Yeast can’t live on sugar alone. It is happiest when it has a real organic soup of acids and nutrients and minerals, like any other living thing. Yeast actually does “best” in an aerobic (oxygenated) environment, but then won’t produce alcohol, just CO2. Bacteria also like oxygen, so while it is good to agitate the solution before yeast gets added so the yeast can be fruitful and multiply, it is best to keep as little oxygen from getting to your beverage after fermentation has started.

Honey has a lot of what yeast needs, but is somewhat resistant to being fermented by itself. A pure honey solution will ferment, but it can take three months to a year to ferment. Yeast nutrient and some sort of acid added will speed this up greatly, taking more like a month to ferment, depending on the concentration of honey in solution.

Fruit juices often have all that yeast needs all by themselves. Notably grape juice is a favorite, as it has the acids and tannins and sugars needed. Apple juice stands on its own quite well too. Other juices may need acids (not just for the yeast, but for flavor!), and many commonly need tannins to be added. Watch out when using rasins for tannin, they’ll add sugar and color to your beverage, so they might throw off your sugar/volume estimates. Also, I gather that the color change is not that positive.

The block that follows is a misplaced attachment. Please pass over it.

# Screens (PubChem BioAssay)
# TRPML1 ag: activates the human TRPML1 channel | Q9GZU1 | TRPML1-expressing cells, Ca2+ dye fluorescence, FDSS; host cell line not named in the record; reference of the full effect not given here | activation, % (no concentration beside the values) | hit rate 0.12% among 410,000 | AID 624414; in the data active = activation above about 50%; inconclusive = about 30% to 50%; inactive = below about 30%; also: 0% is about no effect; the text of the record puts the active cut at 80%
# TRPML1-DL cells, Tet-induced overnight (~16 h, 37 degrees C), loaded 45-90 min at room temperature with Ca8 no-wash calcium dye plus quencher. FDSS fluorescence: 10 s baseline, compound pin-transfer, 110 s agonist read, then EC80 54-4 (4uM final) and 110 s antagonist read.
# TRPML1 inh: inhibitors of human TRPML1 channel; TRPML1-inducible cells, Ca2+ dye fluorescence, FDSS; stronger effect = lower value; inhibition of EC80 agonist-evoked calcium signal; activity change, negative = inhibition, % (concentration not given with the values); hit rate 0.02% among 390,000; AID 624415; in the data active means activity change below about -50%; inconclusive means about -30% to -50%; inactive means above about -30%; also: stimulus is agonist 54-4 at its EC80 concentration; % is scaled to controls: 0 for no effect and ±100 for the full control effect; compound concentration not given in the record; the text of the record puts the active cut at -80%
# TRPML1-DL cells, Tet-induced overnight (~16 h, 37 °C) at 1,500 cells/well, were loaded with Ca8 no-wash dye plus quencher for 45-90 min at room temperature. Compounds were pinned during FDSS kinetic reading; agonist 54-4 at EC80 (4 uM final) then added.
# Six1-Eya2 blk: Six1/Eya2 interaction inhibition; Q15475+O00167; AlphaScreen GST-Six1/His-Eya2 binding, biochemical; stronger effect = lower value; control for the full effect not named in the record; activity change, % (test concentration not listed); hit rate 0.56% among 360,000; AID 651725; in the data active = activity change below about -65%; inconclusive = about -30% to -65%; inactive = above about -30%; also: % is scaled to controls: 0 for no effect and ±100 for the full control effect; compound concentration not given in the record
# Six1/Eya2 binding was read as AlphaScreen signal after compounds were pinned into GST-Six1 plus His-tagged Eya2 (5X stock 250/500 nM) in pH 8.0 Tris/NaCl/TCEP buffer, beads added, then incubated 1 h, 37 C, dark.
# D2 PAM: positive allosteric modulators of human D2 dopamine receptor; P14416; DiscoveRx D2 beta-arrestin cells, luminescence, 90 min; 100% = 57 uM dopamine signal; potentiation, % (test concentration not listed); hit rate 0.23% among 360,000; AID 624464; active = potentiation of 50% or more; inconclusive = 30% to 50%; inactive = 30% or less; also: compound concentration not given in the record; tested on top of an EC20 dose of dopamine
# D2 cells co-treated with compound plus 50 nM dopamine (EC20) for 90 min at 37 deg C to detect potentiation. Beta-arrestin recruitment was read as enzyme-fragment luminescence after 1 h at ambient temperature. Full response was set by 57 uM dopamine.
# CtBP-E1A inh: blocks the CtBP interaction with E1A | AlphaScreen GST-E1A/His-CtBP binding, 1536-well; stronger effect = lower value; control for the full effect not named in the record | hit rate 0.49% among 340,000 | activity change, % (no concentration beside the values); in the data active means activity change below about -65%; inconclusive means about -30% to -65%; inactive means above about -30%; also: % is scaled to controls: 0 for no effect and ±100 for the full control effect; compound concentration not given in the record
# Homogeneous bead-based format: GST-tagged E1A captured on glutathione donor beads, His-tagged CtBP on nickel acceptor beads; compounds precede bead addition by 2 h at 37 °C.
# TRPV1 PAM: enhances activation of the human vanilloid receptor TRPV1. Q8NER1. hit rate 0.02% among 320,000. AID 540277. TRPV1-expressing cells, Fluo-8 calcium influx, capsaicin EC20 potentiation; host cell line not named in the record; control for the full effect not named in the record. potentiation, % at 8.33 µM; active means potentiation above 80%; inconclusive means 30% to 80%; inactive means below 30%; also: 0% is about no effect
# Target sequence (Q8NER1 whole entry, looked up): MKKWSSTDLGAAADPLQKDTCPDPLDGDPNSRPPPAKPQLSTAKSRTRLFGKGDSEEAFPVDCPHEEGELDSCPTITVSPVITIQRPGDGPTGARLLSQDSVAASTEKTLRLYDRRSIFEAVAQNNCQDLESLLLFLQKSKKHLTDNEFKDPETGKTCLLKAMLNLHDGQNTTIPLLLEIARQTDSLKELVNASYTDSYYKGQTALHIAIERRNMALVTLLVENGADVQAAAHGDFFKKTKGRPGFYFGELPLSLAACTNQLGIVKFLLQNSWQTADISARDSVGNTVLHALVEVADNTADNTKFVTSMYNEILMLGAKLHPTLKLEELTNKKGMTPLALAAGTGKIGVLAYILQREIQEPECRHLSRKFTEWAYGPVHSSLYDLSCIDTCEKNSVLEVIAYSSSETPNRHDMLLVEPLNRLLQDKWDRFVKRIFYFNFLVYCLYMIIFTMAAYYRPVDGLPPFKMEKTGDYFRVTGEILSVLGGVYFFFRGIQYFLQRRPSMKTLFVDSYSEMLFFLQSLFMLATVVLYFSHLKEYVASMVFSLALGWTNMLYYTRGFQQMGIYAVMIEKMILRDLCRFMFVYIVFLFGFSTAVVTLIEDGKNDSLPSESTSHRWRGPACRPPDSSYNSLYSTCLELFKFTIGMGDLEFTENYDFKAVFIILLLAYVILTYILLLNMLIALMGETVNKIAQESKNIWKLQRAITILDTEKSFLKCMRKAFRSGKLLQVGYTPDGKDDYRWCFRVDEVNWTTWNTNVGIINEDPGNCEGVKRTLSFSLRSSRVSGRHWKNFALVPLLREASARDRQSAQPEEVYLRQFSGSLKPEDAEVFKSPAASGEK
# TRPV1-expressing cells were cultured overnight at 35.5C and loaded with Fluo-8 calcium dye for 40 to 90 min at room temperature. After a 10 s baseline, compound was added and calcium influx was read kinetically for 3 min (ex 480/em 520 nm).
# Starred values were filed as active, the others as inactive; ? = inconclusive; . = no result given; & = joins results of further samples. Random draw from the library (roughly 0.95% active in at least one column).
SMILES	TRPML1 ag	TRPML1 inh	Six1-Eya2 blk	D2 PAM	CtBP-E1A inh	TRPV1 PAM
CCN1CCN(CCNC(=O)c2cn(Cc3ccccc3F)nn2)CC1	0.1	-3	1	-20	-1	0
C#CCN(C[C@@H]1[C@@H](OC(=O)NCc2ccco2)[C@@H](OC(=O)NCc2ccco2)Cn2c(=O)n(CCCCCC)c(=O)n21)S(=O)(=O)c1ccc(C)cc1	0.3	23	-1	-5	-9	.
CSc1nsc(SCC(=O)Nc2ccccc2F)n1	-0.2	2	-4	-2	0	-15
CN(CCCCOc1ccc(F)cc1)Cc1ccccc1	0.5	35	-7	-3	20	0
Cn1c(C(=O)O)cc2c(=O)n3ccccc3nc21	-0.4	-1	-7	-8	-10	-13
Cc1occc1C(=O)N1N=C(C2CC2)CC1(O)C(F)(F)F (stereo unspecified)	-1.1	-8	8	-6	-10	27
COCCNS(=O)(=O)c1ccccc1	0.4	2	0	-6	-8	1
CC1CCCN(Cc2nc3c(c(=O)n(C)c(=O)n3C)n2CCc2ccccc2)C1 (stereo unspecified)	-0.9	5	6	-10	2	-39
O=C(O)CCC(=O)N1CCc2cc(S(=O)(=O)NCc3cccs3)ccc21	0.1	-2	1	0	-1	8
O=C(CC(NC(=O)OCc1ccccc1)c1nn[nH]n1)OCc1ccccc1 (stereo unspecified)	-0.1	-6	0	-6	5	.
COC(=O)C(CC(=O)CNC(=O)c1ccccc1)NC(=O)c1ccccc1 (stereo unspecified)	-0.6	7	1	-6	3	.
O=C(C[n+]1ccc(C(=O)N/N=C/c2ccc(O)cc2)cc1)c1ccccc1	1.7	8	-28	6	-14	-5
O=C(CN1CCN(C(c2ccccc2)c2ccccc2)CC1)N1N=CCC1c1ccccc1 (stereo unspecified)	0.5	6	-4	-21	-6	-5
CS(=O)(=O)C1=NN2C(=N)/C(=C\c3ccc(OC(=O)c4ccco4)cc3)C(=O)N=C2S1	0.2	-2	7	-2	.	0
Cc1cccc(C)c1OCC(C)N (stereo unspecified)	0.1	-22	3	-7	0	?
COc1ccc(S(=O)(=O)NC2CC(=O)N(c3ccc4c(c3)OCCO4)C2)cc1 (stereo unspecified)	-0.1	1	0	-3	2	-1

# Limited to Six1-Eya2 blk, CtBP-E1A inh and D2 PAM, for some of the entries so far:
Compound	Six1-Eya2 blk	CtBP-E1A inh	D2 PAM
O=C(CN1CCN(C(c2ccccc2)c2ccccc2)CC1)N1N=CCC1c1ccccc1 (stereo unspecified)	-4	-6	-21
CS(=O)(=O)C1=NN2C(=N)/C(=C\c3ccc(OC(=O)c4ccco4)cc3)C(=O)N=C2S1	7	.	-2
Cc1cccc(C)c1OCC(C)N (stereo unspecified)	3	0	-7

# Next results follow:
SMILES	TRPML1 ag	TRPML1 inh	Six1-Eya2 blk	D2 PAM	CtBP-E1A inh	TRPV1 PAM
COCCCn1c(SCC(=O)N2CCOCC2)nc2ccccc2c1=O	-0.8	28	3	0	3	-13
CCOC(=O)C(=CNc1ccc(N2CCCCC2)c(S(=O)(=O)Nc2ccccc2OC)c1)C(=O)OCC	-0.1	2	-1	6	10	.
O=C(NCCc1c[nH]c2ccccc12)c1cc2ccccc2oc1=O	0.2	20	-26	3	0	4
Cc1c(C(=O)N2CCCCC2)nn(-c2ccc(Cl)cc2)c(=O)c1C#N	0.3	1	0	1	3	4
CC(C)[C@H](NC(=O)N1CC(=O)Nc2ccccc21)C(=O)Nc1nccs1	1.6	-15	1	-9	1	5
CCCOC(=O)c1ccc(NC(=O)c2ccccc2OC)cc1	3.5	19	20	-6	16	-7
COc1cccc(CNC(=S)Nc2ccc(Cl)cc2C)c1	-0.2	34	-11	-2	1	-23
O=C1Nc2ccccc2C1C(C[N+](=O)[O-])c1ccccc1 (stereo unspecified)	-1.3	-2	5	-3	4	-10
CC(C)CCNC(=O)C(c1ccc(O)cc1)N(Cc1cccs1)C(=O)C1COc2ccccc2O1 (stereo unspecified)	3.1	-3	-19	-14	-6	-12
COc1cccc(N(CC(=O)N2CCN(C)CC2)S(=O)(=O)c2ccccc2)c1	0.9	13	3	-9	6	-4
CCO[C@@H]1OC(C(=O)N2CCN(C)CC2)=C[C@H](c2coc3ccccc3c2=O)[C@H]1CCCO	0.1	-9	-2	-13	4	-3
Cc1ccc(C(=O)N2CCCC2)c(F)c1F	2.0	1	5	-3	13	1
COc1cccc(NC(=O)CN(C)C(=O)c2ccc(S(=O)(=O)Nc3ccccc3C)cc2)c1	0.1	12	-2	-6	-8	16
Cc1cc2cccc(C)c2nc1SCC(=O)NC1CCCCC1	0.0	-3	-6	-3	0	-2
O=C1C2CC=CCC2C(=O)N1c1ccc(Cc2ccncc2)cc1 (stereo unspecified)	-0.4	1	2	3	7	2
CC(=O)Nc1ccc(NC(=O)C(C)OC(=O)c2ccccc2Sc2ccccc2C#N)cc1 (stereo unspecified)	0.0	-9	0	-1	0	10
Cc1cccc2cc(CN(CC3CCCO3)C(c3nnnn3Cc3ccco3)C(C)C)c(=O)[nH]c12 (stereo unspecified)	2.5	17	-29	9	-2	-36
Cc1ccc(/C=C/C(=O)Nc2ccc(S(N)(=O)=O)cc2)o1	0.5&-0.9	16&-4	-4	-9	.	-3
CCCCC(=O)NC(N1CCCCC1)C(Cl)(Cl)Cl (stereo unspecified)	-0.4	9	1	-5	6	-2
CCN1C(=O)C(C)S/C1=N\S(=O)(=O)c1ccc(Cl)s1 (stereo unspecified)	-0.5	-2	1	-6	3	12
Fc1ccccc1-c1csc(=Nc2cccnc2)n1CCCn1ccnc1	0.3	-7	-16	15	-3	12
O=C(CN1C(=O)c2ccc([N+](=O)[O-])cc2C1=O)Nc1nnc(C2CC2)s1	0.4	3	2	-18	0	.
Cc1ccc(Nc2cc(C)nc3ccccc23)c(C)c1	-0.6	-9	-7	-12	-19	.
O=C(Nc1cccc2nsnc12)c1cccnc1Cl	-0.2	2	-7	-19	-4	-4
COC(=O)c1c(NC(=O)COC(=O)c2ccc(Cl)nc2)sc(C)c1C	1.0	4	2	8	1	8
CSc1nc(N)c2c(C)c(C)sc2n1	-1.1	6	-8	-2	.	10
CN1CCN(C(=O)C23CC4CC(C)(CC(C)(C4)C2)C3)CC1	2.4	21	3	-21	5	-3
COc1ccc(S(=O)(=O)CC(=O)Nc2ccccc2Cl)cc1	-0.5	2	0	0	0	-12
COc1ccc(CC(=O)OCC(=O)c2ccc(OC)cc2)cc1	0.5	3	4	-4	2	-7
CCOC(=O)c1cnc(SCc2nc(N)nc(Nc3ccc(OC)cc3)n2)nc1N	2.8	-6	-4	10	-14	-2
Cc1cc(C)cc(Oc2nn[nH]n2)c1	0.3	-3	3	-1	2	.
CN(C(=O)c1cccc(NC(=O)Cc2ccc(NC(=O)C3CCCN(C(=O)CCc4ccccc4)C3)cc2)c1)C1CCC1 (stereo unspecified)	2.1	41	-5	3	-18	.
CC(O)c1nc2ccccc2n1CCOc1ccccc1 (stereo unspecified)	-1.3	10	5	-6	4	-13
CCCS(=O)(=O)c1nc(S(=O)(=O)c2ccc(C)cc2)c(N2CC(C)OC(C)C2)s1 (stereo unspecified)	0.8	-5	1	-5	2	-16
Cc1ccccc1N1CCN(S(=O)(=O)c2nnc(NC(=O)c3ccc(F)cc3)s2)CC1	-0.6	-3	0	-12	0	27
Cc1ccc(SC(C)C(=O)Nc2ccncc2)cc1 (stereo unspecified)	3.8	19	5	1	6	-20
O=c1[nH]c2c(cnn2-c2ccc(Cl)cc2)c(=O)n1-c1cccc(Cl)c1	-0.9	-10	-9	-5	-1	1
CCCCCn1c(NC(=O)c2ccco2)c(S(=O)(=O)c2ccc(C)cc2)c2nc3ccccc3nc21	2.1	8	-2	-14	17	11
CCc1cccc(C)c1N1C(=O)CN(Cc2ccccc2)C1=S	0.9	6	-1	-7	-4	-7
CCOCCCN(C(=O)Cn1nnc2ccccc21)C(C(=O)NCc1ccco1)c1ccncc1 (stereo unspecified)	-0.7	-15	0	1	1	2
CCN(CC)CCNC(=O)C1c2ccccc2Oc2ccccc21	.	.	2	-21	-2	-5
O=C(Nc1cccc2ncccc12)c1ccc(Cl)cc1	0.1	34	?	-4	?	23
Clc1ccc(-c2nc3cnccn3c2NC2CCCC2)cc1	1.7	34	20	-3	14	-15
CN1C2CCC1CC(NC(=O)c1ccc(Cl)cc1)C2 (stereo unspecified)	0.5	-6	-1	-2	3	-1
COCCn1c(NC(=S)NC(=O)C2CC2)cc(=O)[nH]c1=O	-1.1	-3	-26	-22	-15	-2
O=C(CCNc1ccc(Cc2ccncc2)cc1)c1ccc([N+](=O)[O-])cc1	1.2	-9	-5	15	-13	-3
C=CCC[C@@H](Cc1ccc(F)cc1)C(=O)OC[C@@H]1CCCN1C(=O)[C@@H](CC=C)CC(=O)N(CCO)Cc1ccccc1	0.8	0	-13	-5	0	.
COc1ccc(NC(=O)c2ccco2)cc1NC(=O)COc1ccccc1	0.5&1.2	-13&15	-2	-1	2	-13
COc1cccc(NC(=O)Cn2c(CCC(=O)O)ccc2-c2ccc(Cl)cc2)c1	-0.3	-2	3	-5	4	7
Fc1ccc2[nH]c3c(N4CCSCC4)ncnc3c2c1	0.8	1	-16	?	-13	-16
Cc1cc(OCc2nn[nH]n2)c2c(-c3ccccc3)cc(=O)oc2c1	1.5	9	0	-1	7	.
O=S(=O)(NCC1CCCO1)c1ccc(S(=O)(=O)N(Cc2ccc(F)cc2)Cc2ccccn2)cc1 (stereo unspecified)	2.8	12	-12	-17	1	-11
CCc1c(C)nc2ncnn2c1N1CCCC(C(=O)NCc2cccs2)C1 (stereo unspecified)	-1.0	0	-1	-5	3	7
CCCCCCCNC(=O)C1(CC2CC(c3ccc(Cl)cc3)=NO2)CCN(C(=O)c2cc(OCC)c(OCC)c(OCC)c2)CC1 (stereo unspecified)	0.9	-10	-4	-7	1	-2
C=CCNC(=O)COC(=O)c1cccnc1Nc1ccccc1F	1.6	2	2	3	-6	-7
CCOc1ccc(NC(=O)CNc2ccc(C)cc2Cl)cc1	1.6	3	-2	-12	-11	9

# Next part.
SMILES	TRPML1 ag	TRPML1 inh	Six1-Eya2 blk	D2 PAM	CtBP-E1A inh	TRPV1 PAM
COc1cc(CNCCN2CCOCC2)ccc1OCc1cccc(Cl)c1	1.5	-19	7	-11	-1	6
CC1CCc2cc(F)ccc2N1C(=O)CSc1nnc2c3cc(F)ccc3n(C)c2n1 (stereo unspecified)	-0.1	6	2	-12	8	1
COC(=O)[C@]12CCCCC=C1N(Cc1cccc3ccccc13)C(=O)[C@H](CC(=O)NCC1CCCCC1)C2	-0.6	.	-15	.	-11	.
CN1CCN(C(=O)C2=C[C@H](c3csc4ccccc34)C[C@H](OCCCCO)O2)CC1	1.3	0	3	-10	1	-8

Yeast is very hardy and will get by with most anything but plain white sugar (though sugar can be added to honey or fruit juice to increase the alcohol yield). It will even ferment white sugar with the right acid and nutrient blend, but this is difficult to do.

On Sanitization

Yeast is tough and tends to beat out most competitors because of its ability to live in a solution of alcohol, where bacteria and fungus tend to die even at low alcoholic percentages (though some can live almost as well). It also survives well because of its rapid reproduction rate as compared to other micro flora and fauna. However, survival isn’t everything, since even a small infection can spoil the odor and flavor of your beverage. You can’t get sick from these infections, since anything bad will SMELL too bad, and taste worse.

To avoid this, keep everything that comes in contact with your beverage very clean. This is especially critical when cleaning the fermenting vessel. You don’t need to sterilize, as it would be impossible to keep things sterile anyway. A solution of bleach water (one capful for five gallons will do nicely) will kill most anything. You’ll need to be very sure all the bleach gets rinsed off, though, since yeast will have trouble living in the presence of chlorine. Also, even the tiniest amount of bleach can produce awful flavors and odors when it reacts with other things in your must.

If something has just been in use and you’re rinsing it out to put more stuff in immediately, scalding hot water out of the tap will do nicely, no need to break out the bleach!